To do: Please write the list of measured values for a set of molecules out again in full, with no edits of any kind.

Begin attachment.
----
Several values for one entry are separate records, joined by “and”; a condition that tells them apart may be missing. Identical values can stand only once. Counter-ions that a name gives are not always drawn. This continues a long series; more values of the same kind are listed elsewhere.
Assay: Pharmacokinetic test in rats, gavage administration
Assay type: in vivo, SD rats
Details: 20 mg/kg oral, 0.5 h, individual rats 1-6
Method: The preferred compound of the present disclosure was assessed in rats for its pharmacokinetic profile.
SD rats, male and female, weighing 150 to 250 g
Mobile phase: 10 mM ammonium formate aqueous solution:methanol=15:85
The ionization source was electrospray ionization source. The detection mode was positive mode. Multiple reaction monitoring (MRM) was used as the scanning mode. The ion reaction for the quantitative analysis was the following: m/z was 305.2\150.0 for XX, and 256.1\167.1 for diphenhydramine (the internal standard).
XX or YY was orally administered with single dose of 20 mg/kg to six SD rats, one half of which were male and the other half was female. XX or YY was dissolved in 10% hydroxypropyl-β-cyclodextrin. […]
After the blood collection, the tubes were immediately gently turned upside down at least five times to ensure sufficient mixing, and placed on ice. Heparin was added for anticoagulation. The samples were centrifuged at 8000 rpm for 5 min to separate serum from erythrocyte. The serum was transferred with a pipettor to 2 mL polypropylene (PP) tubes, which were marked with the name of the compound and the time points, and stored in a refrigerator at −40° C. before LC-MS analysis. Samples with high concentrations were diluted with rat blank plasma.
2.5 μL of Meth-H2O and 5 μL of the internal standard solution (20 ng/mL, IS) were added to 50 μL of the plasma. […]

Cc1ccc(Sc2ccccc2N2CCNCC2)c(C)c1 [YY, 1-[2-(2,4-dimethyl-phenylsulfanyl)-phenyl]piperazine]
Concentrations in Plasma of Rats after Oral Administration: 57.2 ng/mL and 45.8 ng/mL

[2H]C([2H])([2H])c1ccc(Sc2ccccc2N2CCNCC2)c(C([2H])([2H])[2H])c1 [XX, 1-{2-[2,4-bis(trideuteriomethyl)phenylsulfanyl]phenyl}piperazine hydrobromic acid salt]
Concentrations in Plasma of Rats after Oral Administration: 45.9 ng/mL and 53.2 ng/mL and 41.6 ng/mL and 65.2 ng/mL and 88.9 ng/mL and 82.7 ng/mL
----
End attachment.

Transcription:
Several values for one entry are separate records, joined by “and”; a condition that tells them apart may be missing. Identical values can stand only once. Counter-ions that a name gives are not always drawn. This continues a long series; more values of the same kind are listed elsewhere.
Assay: Pharmacokinetic test in rats, gavage administration
Assay type: in vivo, SD rats
Details: 20 mg/kg oral, 0.5 h, individual rats 1-6
Method: The preferred compound of the present disclosure was assessed in rats for its pharmacokinetic profile.
SD rats, male and female, weighing 150 to 250 g
Mobile phase: 10 mM ammonium formate aqueous solution:methanol=15:85
The ionization source was electrospray ionization source. The detection mode was positive mode. Multiple reaction monitoring (MRM) was used as the scanning mode. The ion reaction for the quantitative analysis was the following: m/z was 305.2\150.0 for XX, and 256.1\167.1 for diphenhydramine (the internal standard).
XX or YY was orally administered with single dose of 20 mg/kg to six SD rats, one half of which were male and the other half was female. XX or YY was dissolved in 10% hydroxypropyl-β-cyclodextrin. […]
After the blood collection, the tubes were immediately gently turned upside down at least five times to ensure sufficient mixing, and placed on ice. Heparin was added for anticoagulation. The samples were centrifuged at 8000 rpm for 5 min to separate serum from erythrocyte. The serum was transferred with a pipettor to 2 mL polypropylene (PP) tubes, which were marked with the name of the compound and the time points, and stored in a refrigerator at −40° C. before LC-MS analysis. Samples with high concentrations were diluted with rat blank plasma.
2.5 μL of Meth-H2O and 5 μL of the internal standard solution (20 ng/mL, IS) were added to 50 μL of the plasma. […]

Cc1ccc(Sc2ccccc2N2CCNCC2)c(C)c1 [YY, 1-[2-(2,4-dimethyl-phenylsulfanyl)-phenyl]piperazine]
Concentrations in Plasma of Rats after Oral Administration: 57.2 ng/mL and 45.8 ng/mL

[2H]C([2H])([2H])c1ccc(Sc2ccccc2N2CCNCC2)c(C([2H])([2H])[2H])c1 [XX, 1-{2-[2,4-bis(trideuteriomethyl)phenylsulfanyl]phenyl}piperazine hydrobromic acid salt]
Concentrations in Plasma of Rats after Oral Administration: 45.9 ng/mL and 53.2 ng/mL and 41.6 ng/mL and 65.2 ng/mL and 88.9 ng/mL and 82.7 ng/mL